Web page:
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Tucson Weekly Making Weird

When It Comes To The Next Big Thing, Forget Hanson: Meet The Weird Lovemakers!

By Lisa Weeks

JULY 13, 1998: 

"If brain bats land on earth tomorrow, kill everybody in a day, I wouldn't waste my time with bawling, I get no balling anyway. I'd get some comic books and some movies, 'cause that's what I do every day. My life is one great big diversion, escape the outside if I can. The world is broke and I can't fix it, so I'll keep reading Spider-Man. My only small, sad satisfaction is playing in this crappy band."

--Weird Lovemakers, "Letter to Starlog"

"Almost everybody who matters in music today got started in a punk or hard-core band."

--Jello Biafra

THE PRIMARY PREREQUISITE of punk rock is, in a word, angst. Although The Weird Lovemakers are a number of years past their teenage woes, they mine their adolescence well, manifesting musical angst on a variety of topics--seemingly everything from alienation to Alien Nation, spiced liberally with references to pop culture and sex, and all couched in clever, two-minute rants and rages. In a recent interview I learned the dope behind their deal with eMpTy Records, their plans to split town for a four-week summer tour, and discovered that the Teletubbies episodes are actually Zen koans designed to be as meaningful for 30-year-old punk guitarists as they are for pre-speaking babies.

We sat in the alley lot behind Bentley's coffee shop--which in itself could be construed as a modern commentary on the state of punk rock in these sanitized '90s, if it weren't for the practical fact that Bentley's was convenient, and the alley quieter than the rabble indoors. The funk from the dumpsters redeemed us somehow, making it seem as though we were refugees from the café counter culture within.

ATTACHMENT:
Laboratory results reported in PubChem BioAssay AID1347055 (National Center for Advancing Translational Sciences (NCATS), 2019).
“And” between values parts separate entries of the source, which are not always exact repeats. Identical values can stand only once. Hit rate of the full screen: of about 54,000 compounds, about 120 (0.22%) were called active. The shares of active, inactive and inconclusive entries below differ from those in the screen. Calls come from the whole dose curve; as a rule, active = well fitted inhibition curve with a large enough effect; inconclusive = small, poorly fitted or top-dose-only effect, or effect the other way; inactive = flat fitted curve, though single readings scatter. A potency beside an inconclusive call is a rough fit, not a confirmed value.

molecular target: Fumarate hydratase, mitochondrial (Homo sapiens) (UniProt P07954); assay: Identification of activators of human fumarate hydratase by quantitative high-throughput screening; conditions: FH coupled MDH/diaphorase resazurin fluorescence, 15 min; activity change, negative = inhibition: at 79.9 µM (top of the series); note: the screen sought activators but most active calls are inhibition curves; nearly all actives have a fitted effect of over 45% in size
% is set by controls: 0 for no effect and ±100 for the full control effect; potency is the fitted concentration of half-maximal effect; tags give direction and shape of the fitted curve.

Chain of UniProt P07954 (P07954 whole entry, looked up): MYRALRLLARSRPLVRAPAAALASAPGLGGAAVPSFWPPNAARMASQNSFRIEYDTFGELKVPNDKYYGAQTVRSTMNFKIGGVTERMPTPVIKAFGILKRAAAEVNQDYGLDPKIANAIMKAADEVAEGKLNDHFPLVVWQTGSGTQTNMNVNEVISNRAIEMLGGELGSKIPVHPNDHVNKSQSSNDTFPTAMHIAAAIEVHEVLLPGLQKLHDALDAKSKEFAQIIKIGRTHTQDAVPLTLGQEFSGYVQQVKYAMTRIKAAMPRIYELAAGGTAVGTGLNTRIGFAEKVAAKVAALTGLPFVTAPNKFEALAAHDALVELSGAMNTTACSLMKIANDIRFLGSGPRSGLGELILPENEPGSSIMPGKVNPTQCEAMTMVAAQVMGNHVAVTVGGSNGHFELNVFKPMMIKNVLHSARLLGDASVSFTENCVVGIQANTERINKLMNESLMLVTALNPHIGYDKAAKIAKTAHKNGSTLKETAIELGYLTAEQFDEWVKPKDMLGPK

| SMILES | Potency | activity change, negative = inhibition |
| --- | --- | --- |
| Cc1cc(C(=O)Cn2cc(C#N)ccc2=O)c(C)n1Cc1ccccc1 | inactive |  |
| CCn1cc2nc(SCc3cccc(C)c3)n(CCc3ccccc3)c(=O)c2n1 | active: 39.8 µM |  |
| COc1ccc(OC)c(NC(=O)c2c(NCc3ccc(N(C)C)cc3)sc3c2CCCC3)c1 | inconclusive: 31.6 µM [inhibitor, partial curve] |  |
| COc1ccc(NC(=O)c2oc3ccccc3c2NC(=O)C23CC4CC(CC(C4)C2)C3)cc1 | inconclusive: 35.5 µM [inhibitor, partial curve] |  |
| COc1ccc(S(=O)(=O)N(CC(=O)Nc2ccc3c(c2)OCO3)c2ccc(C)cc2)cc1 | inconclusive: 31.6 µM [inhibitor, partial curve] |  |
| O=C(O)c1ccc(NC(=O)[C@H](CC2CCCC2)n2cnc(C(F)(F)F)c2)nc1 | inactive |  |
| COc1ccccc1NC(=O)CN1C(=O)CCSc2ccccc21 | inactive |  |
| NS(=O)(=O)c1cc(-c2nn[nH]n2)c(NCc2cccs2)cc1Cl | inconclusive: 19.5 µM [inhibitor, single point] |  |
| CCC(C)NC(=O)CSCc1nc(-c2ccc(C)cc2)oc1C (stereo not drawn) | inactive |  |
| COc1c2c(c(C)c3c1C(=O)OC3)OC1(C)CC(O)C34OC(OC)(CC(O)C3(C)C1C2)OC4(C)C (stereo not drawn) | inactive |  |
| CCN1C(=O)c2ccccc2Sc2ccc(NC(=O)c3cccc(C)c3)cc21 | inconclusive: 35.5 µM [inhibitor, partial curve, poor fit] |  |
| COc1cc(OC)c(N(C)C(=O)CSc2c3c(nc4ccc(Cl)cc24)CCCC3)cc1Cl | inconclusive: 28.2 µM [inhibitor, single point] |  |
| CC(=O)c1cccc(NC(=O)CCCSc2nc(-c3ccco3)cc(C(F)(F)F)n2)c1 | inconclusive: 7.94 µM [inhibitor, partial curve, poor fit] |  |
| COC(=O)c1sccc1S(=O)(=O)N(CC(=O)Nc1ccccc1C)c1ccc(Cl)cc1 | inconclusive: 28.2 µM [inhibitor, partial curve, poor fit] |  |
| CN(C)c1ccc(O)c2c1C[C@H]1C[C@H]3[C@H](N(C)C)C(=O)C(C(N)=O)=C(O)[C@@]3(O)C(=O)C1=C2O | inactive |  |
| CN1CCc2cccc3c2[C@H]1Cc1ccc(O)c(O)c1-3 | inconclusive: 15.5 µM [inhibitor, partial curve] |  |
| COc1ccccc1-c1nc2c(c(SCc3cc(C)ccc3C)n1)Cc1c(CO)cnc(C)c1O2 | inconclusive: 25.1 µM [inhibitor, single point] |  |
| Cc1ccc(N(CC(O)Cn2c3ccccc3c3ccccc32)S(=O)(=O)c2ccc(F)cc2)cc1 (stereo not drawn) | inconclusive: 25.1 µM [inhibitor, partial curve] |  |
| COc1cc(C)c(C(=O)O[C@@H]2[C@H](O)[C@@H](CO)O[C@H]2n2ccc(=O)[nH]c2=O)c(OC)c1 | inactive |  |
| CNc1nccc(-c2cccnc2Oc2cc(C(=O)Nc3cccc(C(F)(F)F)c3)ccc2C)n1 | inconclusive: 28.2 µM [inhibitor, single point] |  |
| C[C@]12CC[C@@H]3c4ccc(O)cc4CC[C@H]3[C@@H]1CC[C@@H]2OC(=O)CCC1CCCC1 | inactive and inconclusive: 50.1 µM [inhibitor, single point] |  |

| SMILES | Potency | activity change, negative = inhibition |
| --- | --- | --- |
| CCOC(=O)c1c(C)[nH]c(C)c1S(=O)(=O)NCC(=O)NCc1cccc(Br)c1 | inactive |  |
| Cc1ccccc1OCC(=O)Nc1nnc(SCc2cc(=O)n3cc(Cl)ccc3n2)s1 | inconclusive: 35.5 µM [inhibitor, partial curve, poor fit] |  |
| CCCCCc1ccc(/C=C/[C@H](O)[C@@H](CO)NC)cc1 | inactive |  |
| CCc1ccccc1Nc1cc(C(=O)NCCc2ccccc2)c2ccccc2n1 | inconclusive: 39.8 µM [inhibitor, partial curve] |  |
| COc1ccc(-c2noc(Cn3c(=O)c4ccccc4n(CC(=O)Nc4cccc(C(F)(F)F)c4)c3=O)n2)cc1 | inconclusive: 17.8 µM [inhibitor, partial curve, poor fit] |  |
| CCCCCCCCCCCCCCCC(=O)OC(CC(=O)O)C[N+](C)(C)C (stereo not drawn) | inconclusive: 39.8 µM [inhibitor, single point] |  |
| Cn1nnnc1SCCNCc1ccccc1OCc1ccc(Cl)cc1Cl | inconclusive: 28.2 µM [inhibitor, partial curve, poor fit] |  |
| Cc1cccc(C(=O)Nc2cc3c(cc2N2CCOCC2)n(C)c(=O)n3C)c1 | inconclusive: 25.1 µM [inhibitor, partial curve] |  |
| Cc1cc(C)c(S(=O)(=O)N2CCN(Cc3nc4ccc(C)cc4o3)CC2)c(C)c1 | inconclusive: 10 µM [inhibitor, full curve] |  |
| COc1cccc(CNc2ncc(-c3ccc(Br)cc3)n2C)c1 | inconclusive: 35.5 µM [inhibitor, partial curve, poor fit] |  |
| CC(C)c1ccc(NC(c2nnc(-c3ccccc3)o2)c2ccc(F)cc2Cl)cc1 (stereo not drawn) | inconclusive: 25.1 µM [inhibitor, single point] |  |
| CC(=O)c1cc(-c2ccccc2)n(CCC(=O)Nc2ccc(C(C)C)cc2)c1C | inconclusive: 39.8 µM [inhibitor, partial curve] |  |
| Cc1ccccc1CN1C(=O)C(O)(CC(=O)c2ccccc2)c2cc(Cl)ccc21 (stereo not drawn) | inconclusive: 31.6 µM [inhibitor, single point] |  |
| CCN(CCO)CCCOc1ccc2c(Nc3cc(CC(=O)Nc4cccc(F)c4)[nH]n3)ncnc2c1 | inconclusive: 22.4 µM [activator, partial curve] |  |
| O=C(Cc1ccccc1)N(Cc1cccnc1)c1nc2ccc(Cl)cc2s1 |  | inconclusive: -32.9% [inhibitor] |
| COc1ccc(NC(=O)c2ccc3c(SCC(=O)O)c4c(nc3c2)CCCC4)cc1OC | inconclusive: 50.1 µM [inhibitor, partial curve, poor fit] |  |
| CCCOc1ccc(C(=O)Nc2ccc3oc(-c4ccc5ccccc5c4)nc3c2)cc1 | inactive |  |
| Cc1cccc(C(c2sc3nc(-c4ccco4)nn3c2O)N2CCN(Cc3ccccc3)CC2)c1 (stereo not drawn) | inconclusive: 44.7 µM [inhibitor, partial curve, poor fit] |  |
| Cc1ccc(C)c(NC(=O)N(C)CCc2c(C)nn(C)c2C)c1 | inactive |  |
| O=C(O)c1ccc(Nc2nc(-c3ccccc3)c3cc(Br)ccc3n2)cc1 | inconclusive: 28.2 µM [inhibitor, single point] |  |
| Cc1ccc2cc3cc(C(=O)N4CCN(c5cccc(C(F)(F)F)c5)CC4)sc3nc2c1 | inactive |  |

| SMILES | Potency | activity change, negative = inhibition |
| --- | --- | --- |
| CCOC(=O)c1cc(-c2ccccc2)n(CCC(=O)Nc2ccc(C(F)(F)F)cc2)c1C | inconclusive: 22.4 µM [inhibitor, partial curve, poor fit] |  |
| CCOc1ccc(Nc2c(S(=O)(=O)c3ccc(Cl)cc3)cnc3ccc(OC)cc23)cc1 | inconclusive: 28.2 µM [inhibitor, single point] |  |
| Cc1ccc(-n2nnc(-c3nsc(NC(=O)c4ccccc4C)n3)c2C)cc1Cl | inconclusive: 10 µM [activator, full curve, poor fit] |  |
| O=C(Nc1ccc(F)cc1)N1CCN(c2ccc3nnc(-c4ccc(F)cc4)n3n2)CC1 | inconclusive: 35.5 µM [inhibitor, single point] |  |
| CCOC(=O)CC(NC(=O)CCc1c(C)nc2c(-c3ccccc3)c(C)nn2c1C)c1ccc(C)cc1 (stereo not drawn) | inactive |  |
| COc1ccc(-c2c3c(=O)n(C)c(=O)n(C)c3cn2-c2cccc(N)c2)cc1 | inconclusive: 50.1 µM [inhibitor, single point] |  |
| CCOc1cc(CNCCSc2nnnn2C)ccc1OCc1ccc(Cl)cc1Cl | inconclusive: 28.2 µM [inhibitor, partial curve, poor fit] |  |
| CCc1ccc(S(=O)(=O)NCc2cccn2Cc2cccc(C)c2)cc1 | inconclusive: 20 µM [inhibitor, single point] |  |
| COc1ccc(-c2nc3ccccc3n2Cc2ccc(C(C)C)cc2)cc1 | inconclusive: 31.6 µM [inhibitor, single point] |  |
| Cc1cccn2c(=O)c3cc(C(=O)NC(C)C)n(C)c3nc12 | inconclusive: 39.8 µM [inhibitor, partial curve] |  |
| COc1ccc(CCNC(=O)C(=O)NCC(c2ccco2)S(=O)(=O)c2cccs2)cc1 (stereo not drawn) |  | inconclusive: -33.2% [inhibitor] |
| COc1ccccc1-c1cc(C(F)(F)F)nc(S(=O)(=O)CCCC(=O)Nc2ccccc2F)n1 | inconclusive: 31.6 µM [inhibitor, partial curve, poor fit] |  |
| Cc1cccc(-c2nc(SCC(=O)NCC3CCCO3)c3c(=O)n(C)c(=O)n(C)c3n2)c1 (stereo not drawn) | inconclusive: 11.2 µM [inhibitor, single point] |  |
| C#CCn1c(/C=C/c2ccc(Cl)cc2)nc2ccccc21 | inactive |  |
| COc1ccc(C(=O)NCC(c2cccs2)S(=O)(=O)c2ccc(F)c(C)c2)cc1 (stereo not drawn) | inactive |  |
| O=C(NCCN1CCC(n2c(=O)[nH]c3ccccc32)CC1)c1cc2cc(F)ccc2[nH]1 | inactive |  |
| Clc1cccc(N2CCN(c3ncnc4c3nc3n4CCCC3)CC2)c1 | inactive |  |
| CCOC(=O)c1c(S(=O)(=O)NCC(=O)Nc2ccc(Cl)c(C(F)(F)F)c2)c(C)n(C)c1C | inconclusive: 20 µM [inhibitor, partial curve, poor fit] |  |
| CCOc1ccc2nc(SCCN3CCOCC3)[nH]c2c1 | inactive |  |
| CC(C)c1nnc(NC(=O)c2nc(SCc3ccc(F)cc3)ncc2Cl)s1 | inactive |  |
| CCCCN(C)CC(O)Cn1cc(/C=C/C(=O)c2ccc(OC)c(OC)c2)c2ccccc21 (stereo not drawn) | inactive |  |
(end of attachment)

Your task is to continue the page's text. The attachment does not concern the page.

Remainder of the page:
Although this coming tour is not their first venture away from the Old Pueblo, it's their most extensive tour to date, and their first since signing with eMpTy and the release of Flu Shot. The Weird Lovemakers are currently looking for a roadie, preferably a thin, intelligent one who's not too good looking, who has a strong back, a quick head for figures and a lead foot.

Having the eMpTy Records name behind them has made an inherently odious task somewhat less torturous. According to guitarist Greg Petix, "Compared to other tours we've tried to book, this tour has been so easy. All you have to say is that you're on eMpTy...." Wham bam.

The band has dates planned with fellow labelmates the Kent 3--who were recently billed with them locally at Skrappy's--as well as The Murder City Devils from Seattle. The tour takes them through the heartland, across the north and down the Pacific Coast, revisiting several places from previous Weird adventures. Roughly half the gigs are all-ages shows.

Although dropping the eMpTy card has worked booking wonders, the label generally doesn't offer much in the way of support for a band's first effort beyond some promotion, name recognition, good company, and best of all, terrific distribution. So it's not as though our heroes will be pulling into Boise in a big-ass bus or anything.

In fact, the band recorded Flu Shot out of their own pockets, aided by Mike Panico of Tucson's Gouramie Records, the label that released their first full-length player Electric Chump. The Lovemakers fully intended to release Flu Shot on Gouramie, but Panico graciously released the band when the deal with eMpTy came about. It was towards the end of recording that fellow guitarist Jason Willis sent in materials at the suggestion of friends in the Kent 3, and the rest is history.